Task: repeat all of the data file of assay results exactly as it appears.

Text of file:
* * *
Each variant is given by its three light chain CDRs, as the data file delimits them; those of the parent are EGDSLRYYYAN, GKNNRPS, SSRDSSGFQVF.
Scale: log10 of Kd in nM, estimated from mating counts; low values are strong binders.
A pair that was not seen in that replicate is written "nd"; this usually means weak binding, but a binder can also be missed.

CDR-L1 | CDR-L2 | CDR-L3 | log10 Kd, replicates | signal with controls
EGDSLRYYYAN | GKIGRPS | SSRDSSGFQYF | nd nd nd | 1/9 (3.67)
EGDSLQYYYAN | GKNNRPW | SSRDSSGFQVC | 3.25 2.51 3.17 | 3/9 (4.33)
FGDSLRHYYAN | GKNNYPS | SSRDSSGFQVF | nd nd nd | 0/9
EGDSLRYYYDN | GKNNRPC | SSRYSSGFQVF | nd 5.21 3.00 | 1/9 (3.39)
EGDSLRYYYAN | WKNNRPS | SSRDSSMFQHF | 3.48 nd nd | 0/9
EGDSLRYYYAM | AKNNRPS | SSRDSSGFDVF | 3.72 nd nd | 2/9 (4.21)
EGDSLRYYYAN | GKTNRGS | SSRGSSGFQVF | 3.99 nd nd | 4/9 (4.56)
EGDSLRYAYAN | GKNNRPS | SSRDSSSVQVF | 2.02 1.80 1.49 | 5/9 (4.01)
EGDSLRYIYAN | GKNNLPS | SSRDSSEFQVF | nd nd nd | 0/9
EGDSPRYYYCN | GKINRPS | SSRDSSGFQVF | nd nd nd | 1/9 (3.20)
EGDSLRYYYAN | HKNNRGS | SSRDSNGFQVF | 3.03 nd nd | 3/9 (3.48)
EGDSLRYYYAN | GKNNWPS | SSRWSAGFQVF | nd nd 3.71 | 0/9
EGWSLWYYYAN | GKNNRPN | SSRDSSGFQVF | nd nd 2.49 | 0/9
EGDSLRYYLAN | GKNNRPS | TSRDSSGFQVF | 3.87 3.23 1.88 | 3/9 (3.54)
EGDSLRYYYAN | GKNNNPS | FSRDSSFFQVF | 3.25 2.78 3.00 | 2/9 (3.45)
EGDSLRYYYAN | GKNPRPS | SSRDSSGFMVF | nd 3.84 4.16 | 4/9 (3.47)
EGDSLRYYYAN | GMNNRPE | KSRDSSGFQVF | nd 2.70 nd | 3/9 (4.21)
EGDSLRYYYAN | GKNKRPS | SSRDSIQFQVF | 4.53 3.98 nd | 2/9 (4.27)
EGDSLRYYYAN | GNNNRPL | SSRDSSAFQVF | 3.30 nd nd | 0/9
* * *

Each variant is given by its three light chain CDRs, as the data file delimits them; those of the parent are EGDSLRYYYAN, GKNNRPS, SSRDSSGFQVF.
Scale: log10 of Kd in nM, estimated from mating counts; low values are strong binders.
A pair that was not seen in that replicate is written "nd"; this usually means weak binding, but a binder can also be missed.

CDR-L1 | CDR-L2 | CDR-L3 | log10 Kd, replicates | signal with controls
EGDSLRYYYAN | GKIGRPS | SSRDSSGFQYF | nd nd nd | 1/9 (3.67)
EGDSLQYYYAN | GKNNRPW | SSRDSSGFQVC | 3.25 2.51 3.17 | 3/9 (4.33)
FGDSLRHYYAN | GKNNYPS | SSRDSSGFQVF | nd nd nd | 0/9
EGDSLRYYYDN | GKNNRPC | SSRYSSGFQVF | nd 5.21 3.00 | 1/9 (3.39)
EGDSLRYYYAN | WKNNRPS | SSRDSSMFQHF | 3.48 nd nd | 0/9
EGDSLRYYYAM | AKNNRPS | SSRDSSGFDVF | 3.72 nd nd | 2/9 (4.21)
EGDSLRYYYAN | GKTNRGS | SSRGSSGFQVF | 3.99 nd nd | 4/9 (4.56)
EGDSLRYAYAN | GKNNRPS | SSRDSSSVQVF | 2.02 1.80 1.49 | 5/9 (4.01)
EGDSLRYIYAN | GKNNLPS | SSRDSSEFQVF | nd nd nd | 0/9
EGDSPRYYYCN | GKINRPS | SSRDSSGFQVF | nd nd nd | 1/9 (3.20)
EGDSLRYYYAN | HKNNRGS | SSRDSNGFQVF | 3.03 nd nd | 3/9 (3.48)
EGDSLRYYYAN | GKNNWPS | SSRWSAGFQVF | nd nd 3.71 | 0/9
EGWSLWYYYAN | GKNNRPN | SSRDSSGFQVF | nd nd 2.49 | 0/9
EGDSLRYYLAN | GKNNRPS | TSRDSSGFQVF | 3.87 3.23 1.88 | 3/9 (3.54)
EGDSLRYYYAN | GKNNNPS | FSRDSSFFQVF | 3.25 2.78 3.00 | 2/9 (3.45)
EGDSLRYYYAN | GKNPRPS | SSRDSSGFMVF | nd 3.84 4.16 | 4/9 (3.47)
EGDSLRYYYAN | GMNNRPE | KSRDSSGFQVF | nd 2.70 nd | 3/9 (4.21)
EGDSLRYYYAN | GKNKRPS | SSRDSIQFQVF | 4.53 3.98 nd | 2/9 (4.27)
EGDSLRYYYAN | GNNNRPL | SSRDSSAFQVF | 3.30 nd nd | 0/9